Looking Back Grain by Grain: A Successful Book Tour

It has been a year and a half since Liz Carlisle and I started on our great adventure called “book tour.” Since bookstores and publishers no longer sponsor authors on book tours, this venture was something we financed ourselves. That said, our publisher and many book stores were a great help to us with logistics and connections. For the first 3 to 4 months we followed Liz’s game plan for her first book, but were run ragged scheduling most of what she had done in a year into the semester she had taken off from her lectures at Stanford. Her help was invaluable as she coached me, set up the schedule and made most all of the contacts.

We started in California at her alma mater of UC Berkley the last week of February 2019. The next week we were at Expo West in Anaheim and then we were off to UC Davis, my alma mater. We spent a week in northern California making a lot of university stops and a week in southern California as guests of Patagonia as we spoke at a whole string of their stores. We spent 2 weeks in Montana, the better part of another 2 weeks in the Northwest and then a week in the Midwest going from Minneapolis through Iowa to Chicago. After that whirlwind, we started splitting up. Liz changed jobs and is now at UC San Diego creating a whole new program and loving it. She joined me when possible as I continued to do radio and TV interviews and visit book stores, libraries, universities, town halls, and community centers and speak at conferences all over the country. I had a few weeks off in August and a few weeks off in December but other than that, I was going somewhere almost every week until the end of February 2020. It was a great experience! I made lots of new friends and met up with many old ones.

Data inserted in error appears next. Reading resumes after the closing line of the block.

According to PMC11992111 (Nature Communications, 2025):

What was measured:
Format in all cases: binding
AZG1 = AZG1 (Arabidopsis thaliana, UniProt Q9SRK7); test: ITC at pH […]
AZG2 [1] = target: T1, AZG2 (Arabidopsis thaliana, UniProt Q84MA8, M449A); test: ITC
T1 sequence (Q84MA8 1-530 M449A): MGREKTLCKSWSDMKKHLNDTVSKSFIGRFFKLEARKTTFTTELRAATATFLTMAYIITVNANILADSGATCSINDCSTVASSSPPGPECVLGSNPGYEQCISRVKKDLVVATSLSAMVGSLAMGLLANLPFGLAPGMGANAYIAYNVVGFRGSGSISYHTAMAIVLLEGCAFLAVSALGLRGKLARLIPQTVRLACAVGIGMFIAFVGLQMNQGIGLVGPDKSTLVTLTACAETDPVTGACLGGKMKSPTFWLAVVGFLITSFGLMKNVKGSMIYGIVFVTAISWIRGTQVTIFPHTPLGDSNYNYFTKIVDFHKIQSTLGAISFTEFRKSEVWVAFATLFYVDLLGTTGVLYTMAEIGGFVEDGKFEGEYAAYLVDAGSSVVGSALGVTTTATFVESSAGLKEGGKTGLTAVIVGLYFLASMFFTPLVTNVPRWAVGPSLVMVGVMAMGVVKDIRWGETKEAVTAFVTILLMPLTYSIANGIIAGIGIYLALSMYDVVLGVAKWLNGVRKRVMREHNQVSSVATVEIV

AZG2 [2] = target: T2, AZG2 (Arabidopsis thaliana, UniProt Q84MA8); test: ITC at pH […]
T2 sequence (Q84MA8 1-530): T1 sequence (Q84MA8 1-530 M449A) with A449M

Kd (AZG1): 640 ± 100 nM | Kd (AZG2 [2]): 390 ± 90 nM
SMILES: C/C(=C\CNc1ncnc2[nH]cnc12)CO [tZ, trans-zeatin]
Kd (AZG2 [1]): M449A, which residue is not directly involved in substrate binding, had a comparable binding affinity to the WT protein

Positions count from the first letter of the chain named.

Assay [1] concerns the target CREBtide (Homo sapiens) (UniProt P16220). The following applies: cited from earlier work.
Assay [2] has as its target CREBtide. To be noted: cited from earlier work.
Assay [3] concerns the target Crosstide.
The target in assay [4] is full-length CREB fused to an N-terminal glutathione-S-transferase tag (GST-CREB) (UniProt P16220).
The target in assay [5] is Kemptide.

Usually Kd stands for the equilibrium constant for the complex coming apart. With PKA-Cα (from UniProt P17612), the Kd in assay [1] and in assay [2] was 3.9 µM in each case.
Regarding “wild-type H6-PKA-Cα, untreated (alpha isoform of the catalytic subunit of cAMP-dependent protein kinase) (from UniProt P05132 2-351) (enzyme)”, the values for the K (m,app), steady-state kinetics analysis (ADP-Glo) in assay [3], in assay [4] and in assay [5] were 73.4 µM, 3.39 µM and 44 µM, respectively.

My last event, at Expo West in Anaheim the first week of March, was canceled an hour before my plane landed in California. I was just thankful we were at the end of the tour and not the beginning when everything began to shut down. There were so many highlights throughout the year that I could not cover them all with this short summary. I will tell you, however, that sitting down for a discussion with college classes who had read the book were my favorite events. And there were two experiences that were like capstones of my tour for me.

The first occurred at the Montana Farm Bureau summer meeting in Bozeman. After my presentation, an older gentleman came up to my table where I was selling my books and said rather gruffly, “Well, I don’t really give a [care] 😉 about all this organic stuff, but I see what you are talking about all around me [farmers going broke with high input costs and low commodity prices, the decline of our rural communities and in our health] and I want to buy your book.” As I sold him a book, the thrill of realization went through me: this was exactly the kind of person I wrote the book for! Folks who saw things were not going in the right direction but had no idea why things were going wrong or where and how to start to change it.

The second experience occurred near the end of our tour at Washington State University in Pullman. After I spoke, the daughter of my neighbor and close friend came up to me. “I read your book,” she started. “It made me angry.” As I regrouped my thoughts from that surprise comment, she went on. “The doctors treating my dad’s brain cancer asked what his occupation was and then asked about the chemicals he was using on his farm. When they were told, they said to my mother very matter-of-factly, ‘Well, that is no surprise. We see way too much of this kind of cancer coming from folks with similar backgrounds.’” She then said, “Maybe if we had had such a book as yours earlier, my father would still be alive.” Even though her statement struck me to the very core and caused me to weep inside and out, I was grateful for all the hours and efforts I had gone through to write the book. If it can save even one family from the heartbreak of losing a loved one to cancer and hasten the day we grow all our food without poison, it will have all been worth it.

I cannot close without another heartfelt thank you to my co-author, Liz Carlisle, without whose help this book would have never been possible. And, of course, a huge thank you to all of my family, friends, readers, and to you, for your interest and support.